4) Loving What You Do It For
This is where you believe that the work you do will accomplish a far greater goal.
There’s an old story that runs thus: once a traveller encountered three stonemasons on the building site of Salisbury Cathedral. The first grumbled about his work and called stonebreaking the hardest job in the world. The second was much the same, saying that once he had earned enough money he would go home to his family. The third was working merrily and singing. When asked why, he answered: Because I’m building a cathedral.
When you have a vision that drives you — some sort of belief that the work you do is important and adds real value to the world — that can be enough to keep you going.
The converse is also true. If you believe that the work you do is actively making the world worse — if you’ve somehow ended up working for poachers and swindlers and other kinds of scum — that can be truly soul-sucking, and you have a moral duty to get out of there. There are better jobs.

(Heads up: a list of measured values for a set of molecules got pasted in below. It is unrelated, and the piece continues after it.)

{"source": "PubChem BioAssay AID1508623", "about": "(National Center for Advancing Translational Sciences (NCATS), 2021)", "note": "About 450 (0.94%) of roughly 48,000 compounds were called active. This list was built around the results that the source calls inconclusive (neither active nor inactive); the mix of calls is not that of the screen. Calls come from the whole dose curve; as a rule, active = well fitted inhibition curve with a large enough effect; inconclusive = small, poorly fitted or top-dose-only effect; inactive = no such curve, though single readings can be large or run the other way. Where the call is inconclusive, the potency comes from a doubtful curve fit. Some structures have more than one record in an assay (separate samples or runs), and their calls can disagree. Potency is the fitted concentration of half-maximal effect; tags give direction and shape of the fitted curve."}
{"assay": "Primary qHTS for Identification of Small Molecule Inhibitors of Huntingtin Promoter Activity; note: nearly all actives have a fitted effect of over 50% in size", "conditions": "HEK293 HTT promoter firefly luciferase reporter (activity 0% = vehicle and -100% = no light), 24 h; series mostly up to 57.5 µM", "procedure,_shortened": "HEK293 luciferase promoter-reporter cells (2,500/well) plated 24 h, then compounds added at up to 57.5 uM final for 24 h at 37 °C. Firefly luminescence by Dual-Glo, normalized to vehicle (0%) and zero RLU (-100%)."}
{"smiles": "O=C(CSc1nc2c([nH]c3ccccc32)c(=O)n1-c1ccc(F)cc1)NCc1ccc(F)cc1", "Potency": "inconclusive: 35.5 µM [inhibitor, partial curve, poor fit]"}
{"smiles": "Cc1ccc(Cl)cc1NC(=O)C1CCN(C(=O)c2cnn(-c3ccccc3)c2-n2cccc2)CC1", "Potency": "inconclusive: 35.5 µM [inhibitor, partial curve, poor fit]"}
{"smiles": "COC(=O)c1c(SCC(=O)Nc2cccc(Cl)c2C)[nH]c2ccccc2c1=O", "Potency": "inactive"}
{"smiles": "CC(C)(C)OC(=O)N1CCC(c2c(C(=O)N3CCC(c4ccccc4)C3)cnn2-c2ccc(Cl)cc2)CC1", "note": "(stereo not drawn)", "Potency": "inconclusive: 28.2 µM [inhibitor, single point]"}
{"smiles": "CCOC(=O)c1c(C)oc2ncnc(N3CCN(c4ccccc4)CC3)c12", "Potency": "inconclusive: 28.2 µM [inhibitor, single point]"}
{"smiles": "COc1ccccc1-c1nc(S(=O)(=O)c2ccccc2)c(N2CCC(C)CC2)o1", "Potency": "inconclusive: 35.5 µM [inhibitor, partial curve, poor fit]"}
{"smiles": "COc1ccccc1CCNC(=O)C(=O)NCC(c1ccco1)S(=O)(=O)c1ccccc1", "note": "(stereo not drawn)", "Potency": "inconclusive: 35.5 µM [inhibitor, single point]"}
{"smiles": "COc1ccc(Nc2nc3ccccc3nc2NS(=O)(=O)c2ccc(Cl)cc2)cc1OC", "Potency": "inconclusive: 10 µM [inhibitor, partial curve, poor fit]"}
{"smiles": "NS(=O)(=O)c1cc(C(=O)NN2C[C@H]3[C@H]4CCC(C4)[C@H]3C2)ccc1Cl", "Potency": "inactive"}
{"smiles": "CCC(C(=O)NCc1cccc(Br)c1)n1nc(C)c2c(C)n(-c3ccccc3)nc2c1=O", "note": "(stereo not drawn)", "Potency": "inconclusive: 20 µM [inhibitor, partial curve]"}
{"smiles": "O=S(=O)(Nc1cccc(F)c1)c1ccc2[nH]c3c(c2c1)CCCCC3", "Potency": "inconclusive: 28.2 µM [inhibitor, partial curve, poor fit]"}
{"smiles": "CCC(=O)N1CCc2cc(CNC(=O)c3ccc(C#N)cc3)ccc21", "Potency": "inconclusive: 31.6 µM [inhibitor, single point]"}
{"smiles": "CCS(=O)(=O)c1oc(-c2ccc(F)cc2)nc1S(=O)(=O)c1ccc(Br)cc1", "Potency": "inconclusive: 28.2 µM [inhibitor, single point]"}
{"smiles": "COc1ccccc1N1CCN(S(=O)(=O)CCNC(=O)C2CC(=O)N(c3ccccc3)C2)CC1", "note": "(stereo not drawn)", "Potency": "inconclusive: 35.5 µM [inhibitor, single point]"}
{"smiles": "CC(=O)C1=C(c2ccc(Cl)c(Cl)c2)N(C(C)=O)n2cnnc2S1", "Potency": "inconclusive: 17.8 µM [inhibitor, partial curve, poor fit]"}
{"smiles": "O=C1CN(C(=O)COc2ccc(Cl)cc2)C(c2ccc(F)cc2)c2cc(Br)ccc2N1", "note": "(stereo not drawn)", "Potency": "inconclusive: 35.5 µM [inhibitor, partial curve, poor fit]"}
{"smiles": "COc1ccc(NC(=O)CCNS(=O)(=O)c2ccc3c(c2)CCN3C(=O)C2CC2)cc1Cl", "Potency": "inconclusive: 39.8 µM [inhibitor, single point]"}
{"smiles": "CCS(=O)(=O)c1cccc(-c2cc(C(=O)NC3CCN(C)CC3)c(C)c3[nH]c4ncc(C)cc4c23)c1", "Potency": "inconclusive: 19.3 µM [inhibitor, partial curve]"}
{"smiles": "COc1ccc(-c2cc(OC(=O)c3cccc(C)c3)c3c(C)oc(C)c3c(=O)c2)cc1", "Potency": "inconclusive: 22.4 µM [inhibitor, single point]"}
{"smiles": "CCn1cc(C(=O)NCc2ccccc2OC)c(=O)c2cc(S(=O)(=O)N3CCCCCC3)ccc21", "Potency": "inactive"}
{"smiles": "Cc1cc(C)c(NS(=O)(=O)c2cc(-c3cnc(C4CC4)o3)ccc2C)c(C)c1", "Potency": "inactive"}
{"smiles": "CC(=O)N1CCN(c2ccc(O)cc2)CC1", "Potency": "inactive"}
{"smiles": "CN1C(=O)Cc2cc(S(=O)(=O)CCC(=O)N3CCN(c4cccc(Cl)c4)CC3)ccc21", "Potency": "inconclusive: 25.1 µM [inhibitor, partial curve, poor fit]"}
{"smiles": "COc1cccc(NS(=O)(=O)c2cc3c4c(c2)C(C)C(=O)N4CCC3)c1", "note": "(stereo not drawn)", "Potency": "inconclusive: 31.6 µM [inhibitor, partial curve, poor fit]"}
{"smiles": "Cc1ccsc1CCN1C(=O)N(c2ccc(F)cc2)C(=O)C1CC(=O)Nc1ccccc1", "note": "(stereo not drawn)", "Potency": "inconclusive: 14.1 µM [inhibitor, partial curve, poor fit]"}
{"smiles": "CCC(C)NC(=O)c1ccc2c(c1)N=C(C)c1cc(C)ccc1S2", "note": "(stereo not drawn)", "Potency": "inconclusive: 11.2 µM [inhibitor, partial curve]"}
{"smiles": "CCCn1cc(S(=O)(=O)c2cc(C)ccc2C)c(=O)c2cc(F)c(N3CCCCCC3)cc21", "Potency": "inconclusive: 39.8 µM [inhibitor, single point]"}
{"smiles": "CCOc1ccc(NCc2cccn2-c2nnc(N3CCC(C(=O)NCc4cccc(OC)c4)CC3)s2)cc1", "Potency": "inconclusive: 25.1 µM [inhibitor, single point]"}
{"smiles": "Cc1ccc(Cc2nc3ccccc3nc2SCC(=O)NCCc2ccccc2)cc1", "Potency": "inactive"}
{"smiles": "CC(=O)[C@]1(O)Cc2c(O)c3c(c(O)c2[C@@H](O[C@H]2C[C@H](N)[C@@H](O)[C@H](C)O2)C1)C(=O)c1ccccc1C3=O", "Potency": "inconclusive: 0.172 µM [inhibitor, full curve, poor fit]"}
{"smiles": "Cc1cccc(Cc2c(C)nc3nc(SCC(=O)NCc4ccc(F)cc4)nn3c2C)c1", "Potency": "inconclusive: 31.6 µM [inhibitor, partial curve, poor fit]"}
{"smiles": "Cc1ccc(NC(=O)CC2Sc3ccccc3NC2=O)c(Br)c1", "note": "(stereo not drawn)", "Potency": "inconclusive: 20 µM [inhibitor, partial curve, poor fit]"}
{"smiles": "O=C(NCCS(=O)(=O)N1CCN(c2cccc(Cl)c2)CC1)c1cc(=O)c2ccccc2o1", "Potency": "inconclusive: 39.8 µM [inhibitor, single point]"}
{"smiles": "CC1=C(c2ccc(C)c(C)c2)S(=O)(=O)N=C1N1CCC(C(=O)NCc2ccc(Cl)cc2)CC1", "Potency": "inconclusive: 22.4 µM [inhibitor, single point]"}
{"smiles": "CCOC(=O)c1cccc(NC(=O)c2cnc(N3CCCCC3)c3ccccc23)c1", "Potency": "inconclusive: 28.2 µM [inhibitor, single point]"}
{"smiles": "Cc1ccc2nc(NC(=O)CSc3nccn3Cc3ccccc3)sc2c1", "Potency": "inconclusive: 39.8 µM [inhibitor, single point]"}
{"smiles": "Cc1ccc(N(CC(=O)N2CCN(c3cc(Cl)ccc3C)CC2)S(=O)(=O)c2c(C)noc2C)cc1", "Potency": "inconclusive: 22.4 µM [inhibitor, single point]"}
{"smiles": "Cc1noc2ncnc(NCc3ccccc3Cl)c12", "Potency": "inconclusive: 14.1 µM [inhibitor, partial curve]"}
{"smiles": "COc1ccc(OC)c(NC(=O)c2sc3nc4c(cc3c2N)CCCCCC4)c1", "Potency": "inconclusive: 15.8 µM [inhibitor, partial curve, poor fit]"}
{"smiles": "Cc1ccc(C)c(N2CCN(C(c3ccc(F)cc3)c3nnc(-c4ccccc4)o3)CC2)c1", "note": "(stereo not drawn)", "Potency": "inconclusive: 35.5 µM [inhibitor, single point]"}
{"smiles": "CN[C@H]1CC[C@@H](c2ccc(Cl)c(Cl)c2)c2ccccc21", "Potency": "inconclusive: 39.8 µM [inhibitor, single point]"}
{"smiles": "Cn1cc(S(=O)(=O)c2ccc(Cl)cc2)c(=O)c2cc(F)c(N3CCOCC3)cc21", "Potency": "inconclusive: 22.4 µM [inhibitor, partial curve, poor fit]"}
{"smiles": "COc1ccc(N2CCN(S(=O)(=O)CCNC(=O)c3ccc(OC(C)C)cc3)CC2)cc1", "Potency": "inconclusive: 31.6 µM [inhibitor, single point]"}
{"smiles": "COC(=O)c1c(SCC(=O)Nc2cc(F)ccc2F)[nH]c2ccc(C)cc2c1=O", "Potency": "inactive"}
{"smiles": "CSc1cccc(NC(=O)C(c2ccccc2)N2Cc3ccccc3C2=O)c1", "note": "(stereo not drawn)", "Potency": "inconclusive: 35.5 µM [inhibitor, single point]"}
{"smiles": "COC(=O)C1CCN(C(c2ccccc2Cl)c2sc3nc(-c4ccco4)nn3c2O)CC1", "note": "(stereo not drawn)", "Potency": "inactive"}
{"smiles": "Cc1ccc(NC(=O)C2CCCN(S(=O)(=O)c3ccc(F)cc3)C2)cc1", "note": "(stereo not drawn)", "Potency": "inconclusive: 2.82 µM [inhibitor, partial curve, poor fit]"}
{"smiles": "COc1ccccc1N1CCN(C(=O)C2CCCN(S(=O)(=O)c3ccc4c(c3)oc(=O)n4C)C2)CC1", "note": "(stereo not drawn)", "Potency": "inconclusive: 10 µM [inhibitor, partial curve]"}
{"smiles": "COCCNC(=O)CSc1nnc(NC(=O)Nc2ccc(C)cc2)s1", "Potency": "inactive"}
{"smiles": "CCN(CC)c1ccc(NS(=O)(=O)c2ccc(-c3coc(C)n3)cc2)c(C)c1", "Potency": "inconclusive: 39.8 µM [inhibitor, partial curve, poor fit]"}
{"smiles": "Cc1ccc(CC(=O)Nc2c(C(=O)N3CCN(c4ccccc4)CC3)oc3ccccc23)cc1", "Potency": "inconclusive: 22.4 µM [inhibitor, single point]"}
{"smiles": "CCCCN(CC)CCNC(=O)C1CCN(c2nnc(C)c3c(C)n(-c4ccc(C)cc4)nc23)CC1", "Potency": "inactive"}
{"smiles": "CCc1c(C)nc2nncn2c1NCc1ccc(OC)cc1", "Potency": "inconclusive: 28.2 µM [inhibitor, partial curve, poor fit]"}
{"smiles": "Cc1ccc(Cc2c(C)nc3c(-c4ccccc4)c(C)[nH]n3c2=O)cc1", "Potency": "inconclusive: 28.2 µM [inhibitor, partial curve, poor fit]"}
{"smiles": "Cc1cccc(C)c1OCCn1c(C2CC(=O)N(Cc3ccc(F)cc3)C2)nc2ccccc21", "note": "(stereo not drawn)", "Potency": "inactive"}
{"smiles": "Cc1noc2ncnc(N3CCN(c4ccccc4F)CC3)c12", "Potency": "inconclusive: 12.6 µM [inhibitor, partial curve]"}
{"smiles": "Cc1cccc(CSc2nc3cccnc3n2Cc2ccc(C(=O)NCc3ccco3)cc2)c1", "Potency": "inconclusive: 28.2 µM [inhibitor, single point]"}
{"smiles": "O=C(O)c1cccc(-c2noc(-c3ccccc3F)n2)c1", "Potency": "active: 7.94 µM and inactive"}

5) Loving How You Do It
In my opinion this is the best approach of all. This is the one that no external circumstance can ever take away from you, and that you can use to love your work no matter what you do.
What it means is simply this: you commit to doing the best damn job you can in whatever circumstances you find yourself. You realize that the relentless pursuit of excellence is always its own reward.
I’ve met people who absolutely reject this approach. They say that if you’re working for the man you should just phone it in and sneak off to smoke another toke of ganja. I’ve known people who moved to Europe specifically so that they could abuse and sponge off European social welfare policies. People who try to get what they can from the world while offering as little as possible of their wit or sweat in exchange.
I call them like I see them: parasites.
Don’t be one of them.